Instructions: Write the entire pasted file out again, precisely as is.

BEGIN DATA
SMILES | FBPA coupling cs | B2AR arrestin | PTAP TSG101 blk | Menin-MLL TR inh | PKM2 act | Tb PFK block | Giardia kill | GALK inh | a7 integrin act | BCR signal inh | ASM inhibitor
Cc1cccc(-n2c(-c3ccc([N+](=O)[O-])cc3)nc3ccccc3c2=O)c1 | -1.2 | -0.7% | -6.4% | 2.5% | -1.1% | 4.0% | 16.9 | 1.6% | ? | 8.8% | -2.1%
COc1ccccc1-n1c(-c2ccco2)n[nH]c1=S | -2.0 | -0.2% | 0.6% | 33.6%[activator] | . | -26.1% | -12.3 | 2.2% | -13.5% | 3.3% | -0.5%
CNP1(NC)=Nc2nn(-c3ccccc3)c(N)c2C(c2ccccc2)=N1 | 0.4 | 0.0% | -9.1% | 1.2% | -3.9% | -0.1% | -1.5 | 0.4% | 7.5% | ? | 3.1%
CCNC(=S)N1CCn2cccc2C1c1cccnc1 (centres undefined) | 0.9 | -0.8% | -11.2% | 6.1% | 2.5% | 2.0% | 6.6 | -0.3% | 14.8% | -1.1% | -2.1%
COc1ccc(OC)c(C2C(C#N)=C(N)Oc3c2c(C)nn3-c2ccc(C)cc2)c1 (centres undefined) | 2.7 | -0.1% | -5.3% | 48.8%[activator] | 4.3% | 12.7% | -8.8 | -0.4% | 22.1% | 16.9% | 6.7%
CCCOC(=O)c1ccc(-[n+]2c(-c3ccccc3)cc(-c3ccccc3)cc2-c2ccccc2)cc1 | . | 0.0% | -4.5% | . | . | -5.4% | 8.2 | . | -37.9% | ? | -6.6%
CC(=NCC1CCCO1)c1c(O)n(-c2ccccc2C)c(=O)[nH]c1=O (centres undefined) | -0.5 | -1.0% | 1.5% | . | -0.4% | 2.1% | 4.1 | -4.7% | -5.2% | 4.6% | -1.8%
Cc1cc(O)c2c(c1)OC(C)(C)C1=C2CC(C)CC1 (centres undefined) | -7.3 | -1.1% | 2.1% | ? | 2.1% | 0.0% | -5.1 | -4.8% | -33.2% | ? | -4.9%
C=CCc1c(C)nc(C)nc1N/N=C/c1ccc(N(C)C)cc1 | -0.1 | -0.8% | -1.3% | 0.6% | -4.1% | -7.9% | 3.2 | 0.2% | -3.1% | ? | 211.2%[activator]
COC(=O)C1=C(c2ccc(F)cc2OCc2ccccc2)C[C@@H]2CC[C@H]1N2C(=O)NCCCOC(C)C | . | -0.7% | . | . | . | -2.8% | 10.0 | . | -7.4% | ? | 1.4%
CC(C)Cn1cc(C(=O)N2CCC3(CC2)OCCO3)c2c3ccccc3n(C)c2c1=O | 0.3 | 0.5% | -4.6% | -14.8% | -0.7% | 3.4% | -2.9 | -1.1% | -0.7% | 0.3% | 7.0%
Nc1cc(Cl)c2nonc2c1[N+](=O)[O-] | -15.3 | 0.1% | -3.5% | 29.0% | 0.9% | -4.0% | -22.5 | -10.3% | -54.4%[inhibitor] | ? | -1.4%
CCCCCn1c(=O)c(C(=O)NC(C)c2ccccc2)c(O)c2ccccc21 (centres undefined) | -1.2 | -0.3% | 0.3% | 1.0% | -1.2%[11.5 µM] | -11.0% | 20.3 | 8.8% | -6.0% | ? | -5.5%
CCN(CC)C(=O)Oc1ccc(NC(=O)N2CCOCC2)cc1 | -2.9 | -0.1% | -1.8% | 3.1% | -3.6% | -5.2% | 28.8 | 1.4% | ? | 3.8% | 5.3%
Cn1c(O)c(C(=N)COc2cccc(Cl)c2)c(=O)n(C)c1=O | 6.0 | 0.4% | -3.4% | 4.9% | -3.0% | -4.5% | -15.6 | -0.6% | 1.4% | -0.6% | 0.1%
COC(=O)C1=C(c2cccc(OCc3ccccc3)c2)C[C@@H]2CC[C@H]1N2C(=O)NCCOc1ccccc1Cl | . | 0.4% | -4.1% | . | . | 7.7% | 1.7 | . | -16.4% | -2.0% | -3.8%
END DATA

SMILES | FBPA coupling cs | B2AR arrestin | PTAP TSG101 blk | Menin-MLL TR inh | PKM2 act | Tb PFK block | Giardia kill | GALK inh | a7 integrin act | BCR signal inh | ASM inhibitor
Cc1cccc(-n2c(-c3ccc([N+](=O)[O-])cc3)nc3ccccc3c2=O)c1 | -1.2 | -0.7% | -6.4% | 2.5% | -1.1% | 4.0% | 16.9 | 1.6% | ? | 8.8% | -2.1%
COc1ccccc1-n1c(-c2ccco2)n[nH]c1=S | -2.0 | -0.2% | 0.6% | 33.6%[activator] | . | -26.1% | -12.3 | 2.2% | -13.5% | 3.3% | -0.5%
CNP1(NC)=Nc2nn(-c3ccccc3)c(N)c2C(c2ccccc2)=N1 | 0.4 | 0.0% | -9.1% | 1.2% | -3.9% | -0.1% | -1.5 | 0.4% | 7.5% | ? | 3.1%
CCNC(=S)N1CCn2cccc2C1c1cccnc1 (centres undefined) | 0.9 | -0.8% | -11.2% | 6.1% | 2.5% | 2.0% | 6.6 | -0.3% | 14.8% | -1.1% | -2.1%
COc1ccc(OC)c(C2C(C#N)=C(N)Oc3c2c(C)nn3-c2ccc(C)cc2)c1 (centres undefined) | 2.7 | -0.1% | -5.3% | 48.8%[activator] | 4.3% | 12.7% | -8.8 | -0.4% | 22.1% | 16.9% | 6.7%
CCCOC(=O)c1ccc(-[n+]2c(-c3ccccc3)cc(-c3ccccc3)cc2-c2ccccc2)cc1 | . | 0.0% | -4.5% | . | . | -5.4% | 8.2 | . | -37.9% | ? | -6.6%
CC(=NCC1CCCO1)c1c(O)n(-c2ccccc2C)c(=O)[nH]c1=O (centres undefined) | -0.5 | -1.0% | 1.5% | . | -0.4% | 2.1% | 4.1 | -4.7% | -5.2% | 4.6% | -1.8%
Cc1cc(O)c2c(c1)OC(C)(C)C1=C2CC(C)CC1 (centres undefined) | -7.3 | -1.1% | 2.1% | ? | 2.1% | 0.0% | -5.1 | -4.8% | -33.2% | ? | -4.9%
C=CCc1c(C)nc(C)nc1N/N=C/c1ccc(N(C)C)cc1 | -0.1 | -0.8% | -1.3% | 0.6% | -4.1% | -7.9% | 3.2 | 0.2% | -3.1% | ? | 211.2%[activator]
COC(=O)C1=C(c2ccc(F)cc2OCc2ccccc2)C[C@@H]2CC[C@H]1N2C(=O)NCCCOC(C)C | . | -0.7% | . | . | . | -2.8% | 10.0 | . | -7.4% | ? | 1.4%
CC(C)Cn1cc(C(=O)N2CCC3(CC2)OCCO3)c2c3ccccc3n(C)c2c1=O | 0.3 | 0.5% | -4.6% | -14.8% | -0.7% | 3.4% | -2.9 | -1.1% | -0.7% | 0.3% | 7.0%
Nc1cc(Cl)c2nonc2c1[N+](=O)[O-] | -15.3 | 0.1% | -3.5% | 29.0% | 0.9% | -4.0% | -22.5 | -10.3% | -54.4%[inhibitor] | ? | -1.4%
CCCCCn1c(=O)c(C(=O)NC(C)c2ccccc2)c(O)c2ccccc21 (centres undefined) | -1.2 | -0.3% | 0.3% | 1.0% | -1.2%[11.5 µM] | -11.0% | 20.3 | 8.8% | -6.0% | ? | -5.5%
CCN(CC)C(=O)Oc1ccc(NC(=O)N2CCOCC2)cc1 | -2.9 | -0.1% | -1.8% | 3.1% | -3.6% | -5.2% | 28.8 | 1.4% | ? | 3.8% | 5.3%
Cn1c(O)c(C(=N)COc2cccc(Cl)c2)c(=O)n(C)c1=O | 6.0 | 0.4% | -3.4% | 4.9% | -3.0% | -4.5% | -15.6 | -0.6% | 1.4% | -0.6% | 0.1%
COC(=O)C1=C(c2cccc(OCc3ccccc3)c2)C[C@@H]2CC[C@H]1N2C(=O)NCCOc1ccccc1Cl | . | 0.4% | -4.1% | . | . | 7.7% | 1.7 | . | -16.4% | -2.0% | -3.8%